Hurricane Richard did make landfall here in late October 2010, bringing 8 hours of 90-mile-per-hour winds and torrential rains that knocked out power to “most of the nation” and took three lives. One account of Hurricane Richard describes the fatalities thusly: “Arturo Gilharry and Barrington Gomez died as their boat capsized and Brian Cullerton was mauled to death by a jaguar which escaped when his cage was struck by a fallen tree.” Curious, I checked the Spanish-English dictionary for the translation of the word “Espanto.” It is “terror” or “fright.” I must ask about that when we arrive.



Hurricanes and Jaguars be damned, B4 and I, like others before us, decide to take the risk. The UK newspaper, The Daily Mail, reports that Cayo Espanto is a “celeb favorite” having hosted Tiger Woods, Robert De Niro, Leonardo Di Caprio, Penelope Cruz, Brad Pitt, Ivanka Trump and Jared Kushner and, soon now, B4 and yours truly. I cannot confirm published reports that all 2011 nominees for the Academy Award received a stay on the island in their goodie bags because we were not nominated that year.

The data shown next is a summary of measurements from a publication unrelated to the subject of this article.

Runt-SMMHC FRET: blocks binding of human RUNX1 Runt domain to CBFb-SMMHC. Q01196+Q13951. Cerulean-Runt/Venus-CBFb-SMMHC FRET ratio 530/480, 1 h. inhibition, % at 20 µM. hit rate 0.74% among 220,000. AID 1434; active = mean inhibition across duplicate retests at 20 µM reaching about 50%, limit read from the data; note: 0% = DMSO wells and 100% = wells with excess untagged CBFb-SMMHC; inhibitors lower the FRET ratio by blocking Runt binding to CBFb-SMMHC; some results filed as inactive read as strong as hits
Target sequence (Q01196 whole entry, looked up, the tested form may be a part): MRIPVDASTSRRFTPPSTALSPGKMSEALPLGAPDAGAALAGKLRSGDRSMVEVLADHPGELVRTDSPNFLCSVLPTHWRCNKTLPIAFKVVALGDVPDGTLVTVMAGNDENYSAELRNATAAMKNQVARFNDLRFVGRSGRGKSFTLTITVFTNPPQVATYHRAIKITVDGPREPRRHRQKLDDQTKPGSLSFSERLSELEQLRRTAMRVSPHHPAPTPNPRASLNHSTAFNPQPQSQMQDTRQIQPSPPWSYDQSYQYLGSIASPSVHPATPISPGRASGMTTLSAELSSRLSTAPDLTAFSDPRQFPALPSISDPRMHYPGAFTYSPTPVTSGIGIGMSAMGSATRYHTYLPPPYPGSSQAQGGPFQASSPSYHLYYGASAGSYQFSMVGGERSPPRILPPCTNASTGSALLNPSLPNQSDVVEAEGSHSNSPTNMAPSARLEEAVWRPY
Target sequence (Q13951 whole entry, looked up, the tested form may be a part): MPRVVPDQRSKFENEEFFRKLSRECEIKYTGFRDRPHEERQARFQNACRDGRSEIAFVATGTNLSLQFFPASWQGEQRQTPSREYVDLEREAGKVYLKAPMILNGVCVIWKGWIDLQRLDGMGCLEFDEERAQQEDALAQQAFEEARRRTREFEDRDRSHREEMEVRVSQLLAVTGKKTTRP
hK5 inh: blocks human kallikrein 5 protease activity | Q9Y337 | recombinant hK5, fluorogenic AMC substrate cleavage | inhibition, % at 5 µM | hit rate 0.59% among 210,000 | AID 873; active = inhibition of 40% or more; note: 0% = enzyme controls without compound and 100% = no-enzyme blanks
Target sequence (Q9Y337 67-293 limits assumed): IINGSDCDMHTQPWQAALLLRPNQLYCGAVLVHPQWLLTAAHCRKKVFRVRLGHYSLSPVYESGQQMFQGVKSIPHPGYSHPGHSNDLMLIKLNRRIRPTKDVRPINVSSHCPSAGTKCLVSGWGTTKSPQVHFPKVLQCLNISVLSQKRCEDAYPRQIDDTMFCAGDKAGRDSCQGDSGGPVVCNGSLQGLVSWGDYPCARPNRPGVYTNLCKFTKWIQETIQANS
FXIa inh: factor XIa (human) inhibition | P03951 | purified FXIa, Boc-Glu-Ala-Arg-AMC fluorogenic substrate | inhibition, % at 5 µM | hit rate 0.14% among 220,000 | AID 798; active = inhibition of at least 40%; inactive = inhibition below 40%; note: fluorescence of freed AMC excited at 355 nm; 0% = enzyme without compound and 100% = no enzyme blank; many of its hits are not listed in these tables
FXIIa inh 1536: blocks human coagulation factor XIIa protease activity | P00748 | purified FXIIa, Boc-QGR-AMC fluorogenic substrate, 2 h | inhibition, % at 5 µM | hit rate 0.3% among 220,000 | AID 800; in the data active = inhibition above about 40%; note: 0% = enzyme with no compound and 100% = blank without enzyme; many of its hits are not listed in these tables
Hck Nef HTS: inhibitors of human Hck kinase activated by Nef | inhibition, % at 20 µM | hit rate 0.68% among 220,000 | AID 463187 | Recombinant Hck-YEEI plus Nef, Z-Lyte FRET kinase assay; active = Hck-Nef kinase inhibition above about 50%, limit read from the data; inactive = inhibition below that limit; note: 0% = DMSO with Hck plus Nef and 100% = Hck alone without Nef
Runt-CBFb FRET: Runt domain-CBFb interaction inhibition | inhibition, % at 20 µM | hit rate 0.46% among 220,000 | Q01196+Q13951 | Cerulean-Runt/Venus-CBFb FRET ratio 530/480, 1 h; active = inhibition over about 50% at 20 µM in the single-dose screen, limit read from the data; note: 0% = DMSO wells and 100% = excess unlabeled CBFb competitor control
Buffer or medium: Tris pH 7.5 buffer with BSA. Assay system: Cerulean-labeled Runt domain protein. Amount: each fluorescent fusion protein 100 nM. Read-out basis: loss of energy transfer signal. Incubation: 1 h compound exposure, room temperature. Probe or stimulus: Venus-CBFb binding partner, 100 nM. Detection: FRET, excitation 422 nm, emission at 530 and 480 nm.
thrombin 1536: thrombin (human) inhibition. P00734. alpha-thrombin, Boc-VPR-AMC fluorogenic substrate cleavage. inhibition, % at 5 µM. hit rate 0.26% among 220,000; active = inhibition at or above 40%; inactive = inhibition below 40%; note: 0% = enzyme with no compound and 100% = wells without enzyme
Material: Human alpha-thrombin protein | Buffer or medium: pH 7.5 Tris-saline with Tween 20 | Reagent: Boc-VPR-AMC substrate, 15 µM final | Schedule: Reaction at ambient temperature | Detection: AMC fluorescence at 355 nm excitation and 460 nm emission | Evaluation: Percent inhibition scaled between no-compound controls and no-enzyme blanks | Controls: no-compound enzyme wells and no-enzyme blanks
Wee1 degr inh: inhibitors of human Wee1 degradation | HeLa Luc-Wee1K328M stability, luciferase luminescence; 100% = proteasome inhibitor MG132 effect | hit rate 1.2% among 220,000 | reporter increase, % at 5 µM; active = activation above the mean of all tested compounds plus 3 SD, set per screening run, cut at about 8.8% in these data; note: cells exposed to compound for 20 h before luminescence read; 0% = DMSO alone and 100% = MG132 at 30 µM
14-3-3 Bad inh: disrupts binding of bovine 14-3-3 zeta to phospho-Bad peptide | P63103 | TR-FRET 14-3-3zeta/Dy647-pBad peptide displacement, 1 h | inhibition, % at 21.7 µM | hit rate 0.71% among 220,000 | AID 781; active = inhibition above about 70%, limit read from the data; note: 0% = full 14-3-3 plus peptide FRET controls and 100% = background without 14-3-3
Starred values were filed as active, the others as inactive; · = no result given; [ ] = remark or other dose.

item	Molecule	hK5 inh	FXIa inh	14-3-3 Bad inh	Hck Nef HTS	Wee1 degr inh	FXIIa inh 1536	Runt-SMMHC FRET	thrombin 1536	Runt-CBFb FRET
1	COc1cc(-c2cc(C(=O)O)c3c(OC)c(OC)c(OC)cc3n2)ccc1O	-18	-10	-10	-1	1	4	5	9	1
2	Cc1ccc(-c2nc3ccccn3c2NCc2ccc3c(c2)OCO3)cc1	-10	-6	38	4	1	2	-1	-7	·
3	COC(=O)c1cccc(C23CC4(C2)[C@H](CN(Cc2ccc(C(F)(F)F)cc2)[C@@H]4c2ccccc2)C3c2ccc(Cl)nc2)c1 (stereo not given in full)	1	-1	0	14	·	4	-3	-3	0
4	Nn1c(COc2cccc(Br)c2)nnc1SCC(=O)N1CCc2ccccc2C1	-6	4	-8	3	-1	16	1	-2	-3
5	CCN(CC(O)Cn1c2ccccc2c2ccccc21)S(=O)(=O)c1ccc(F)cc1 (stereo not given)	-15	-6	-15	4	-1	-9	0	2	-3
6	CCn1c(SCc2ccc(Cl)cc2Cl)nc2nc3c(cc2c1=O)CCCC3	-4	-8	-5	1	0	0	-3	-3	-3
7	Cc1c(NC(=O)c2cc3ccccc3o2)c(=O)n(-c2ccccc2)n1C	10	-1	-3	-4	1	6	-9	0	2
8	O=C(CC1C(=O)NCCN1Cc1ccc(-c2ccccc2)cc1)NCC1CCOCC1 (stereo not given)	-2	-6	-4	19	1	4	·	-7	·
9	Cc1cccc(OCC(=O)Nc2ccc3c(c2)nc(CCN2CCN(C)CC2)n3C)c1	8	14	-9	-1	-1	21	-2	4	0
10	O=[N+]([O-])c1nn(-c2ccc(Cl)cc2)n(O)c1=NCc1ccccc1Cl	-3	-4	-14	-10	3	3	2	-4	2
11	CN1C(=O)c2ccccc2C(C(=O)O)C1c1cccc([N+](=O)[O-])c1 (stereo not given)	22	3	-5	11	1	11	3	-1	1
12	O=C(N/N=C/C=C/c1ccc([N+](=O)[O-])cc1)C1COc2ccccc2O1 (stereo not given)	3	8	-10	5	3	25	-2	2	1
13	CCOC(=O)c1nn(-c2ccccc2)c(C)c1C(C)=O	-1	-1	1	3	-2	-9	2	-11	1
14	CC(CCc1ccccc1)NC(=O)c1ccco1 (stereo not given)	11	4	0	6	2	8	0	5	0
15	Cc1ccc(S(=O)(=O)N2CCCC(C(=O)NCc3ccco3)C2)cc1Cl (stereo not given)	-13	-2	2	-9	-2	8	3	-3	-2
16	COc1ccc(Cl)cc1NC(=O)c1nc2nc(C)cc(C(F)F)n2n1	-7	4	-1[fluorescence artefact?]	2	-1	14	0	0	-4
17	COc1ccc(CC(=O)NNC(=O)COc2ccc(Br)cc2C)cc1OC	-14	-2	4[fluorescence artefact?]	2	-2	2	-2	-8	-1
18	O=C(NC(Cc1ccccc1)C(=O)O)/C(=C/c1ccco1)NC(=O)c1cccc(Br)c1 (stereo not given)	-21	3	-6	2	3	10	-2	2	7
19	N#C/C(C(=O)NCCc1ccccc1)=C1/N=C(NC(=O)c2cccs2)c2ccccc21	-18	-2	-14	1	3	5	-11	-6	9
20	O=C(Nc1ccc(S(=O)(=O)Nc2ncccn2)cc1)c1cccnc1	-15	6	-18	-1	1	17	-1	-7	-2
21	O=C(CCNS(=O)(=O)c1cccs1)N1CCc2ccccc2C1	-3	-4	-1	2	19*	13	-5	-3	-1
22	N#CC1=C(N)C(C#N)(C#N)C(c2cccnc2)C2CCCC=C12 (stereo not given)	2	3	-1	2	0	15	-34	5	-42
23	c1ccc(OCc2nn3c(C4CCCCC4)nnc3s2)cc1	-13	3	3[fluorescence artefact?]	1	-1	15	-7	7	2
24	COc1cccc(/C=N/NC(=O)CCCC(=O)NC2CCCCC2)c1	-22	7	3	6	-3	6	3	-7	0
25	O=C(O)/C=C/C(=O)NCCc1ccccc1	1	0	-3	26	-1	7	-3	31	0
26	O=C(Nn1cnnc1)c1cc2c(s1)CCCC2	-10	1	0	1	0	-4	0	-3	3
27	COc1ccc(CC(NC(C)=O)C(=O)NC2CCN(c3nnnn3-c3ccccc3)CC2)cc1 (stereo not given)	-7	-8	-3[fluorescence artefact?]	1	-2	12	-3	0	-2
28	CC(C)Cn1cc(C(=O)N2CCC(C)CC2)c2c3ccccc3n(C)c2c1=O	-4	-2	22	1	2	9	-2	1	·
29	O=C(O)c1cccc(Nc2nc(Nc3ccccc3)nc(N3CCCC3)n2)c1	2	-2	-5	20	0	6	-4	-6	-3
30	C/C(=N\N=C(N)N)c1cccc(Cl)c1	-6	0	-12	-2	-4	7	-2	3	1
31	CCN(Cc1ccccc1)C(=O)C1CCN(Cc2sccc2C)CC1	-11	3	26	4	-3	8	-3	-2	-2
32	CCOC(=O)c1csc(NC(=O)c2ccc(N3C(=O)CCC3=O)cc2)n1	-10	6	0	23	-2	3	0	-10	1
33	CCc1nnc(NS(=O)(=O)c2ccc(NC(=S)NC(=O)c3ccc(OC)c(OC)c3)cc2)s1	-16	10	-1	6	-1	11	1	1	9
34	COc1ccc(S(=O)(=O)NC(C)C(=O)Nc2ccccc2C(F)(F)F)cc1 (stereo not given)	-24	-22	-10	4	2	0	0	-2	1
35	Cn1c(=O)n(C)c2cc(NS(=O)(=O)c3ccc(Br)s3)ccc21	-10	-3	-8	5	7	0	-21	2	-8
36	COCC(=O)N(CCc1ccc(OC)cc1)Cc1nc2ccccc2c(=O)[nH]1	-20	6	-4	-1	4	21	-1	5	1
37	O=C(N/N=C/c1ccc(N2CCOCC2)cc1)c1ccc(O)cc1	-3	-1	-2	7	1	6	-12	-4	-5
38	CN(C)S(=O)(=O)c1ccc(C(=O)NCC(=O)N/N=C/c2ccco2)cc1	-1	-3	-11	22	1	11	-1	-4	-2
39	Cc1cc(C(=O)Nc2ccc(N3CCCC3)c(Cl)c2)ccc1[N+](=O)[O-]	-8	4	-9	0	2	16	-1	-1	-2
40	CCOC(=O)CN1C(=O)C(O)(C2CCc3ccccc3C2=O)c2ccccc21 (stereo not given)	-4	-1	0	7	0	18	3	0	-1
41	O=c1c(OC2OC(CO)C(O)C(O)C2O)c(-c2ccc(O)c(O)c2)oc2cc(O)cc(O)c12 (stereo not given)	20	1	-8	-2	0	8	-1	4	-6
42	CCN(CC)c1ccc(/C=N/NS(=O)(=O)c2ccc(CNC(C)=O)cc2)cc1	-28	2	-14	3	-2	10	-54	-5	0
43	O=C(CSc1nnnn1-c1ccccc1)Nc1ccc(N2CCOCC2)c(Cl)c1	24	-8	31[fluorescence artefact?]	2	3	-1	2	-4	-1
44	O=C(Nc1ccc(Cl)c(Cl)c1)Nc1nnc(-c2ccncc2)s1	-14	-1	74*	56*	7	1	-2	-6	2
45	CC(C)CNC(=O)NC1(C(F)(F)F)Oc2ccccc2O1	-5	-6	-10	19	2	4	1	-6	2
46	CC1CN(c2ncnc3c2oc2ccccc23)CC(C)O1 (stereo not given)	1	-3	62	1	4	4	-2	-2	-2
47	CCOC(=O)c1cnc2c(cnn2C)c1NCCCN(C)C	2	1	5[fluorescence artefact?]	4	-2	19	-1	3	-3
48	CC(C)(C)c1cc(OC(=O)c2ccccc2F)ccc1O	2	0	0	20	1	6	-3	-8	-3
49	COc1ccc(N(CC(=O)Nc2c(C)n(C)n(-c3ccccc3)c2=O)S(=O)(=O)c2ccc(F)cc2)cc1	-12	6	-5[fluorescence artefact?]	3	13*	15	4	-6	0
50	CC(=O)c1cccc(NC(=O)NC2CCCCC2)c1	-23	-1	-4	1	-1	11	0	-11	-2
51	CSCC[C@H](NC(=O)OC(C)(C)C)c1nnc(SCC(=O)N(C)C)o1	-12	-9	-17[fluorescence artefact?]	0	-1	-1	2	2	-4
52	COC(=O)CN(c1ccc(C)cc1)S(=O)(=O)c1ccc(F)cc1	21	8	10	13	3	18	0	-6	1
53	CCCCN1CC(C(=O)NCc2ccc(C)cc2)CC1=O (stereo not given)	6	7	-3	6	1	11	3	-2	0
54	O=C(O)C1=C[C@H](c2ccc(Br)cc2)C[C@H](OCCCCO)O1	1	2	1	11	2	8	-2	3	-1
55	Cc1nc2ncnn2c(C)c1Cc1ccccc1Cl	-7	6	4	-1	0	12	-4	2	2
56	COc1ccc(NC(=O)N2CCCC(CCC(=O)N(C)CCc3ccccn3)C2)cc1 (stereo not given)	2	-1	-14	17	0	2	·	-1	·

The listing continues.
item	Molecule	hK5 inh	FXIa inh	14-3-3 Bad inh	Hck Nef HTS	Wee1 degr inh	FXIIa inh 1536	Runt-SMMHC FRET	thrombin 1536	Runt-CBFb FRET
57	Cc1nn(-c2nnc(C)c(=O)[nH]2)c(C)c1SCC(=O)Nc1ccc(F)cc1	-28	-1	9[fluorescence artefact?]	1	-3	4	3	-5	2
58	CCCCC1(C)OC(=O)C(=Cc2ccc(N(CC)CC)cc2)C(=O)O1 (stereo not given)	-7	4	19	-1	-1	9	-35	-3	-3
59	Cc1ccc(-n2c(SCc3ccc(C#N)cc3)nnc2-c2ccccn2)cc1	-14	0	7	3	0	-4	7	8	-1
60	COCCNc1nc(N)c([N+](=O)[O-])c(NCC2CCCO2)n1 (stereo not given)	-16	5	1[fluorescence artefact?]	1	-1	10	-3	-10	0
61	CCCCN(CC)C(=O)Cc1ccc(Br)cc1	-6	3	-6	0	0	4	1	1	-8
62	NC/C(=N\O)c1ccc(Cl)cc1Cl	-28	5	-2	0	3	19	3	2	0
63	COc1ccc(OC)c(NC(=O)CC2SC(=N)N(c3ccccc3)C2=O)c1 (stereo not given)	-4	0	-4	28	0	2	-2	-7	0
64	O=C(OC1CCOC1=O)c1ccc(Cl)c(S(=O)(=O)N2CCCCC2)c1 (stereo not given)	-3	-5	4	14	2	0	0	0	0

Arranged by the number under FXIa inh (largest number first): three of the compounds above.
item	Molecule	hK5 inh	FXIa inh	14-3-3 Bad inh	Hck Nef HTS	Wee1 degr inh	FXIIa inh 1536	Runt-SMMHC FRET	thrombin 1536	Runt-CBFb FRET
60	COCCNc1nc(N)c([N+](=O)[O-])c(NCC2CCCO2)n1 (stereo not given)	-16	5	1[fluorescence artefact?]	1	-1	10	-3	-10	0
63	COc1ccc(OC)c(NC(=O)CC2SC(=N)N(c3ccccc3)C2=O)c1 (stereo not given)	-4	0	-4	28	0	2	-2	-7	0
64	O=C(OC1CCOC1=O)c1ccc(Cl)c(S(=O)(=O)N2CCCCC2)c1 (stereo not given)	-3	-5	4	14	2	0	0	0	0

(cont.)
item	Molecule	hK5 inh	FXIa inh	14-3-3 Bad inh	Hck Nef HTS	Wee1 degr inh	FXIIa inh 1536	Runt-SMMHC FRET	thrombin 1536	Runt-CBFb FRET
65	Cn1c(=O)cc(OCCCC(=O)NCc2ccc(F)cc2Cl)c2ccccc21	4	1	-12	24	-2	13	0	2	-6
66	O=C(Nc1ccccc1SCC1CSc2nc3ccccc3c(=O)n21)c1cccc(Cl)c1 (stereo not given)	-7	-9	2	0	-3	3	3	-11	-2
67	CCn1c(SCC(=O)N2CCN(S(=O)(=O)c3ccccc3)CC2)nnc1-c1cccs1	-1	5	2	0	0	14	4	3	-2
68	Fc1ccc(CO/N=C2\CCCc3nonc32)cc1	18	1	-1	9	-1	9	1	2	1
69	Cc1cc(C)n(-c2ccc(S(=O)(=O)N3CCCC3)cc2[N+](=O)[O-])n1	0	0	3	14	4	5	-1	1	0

The outrageously expensive “hotel” bills itself as being supremely high-touch when it comes to service. Once our reservation is made and confirmed, an email survey promptly arrives. It isn’t short. They ask about favorite foods and beverages that we might enjoy and that they should, therefore, know about. One request they make is for us to “Please describe your ideal dinner.” They inquire about the degree of privacy we desire. They want to know if we are early risers or late sleepers and how we like our morning coffee. My favorite survey question, however, is this one: “In addition to the above, please tell us anything you think will help us to satisfy and excite your palate. Would you like to try anything in particular?”



Erika Saldivar, representing Guest Services at Cayo Espanto Resort, made email contact with us after she received our submitted survey with this message: “I would like to confirm that we have received your Preference Survey and have shared your information with the chefs and personal houseman to make your stay with us unforgettable.”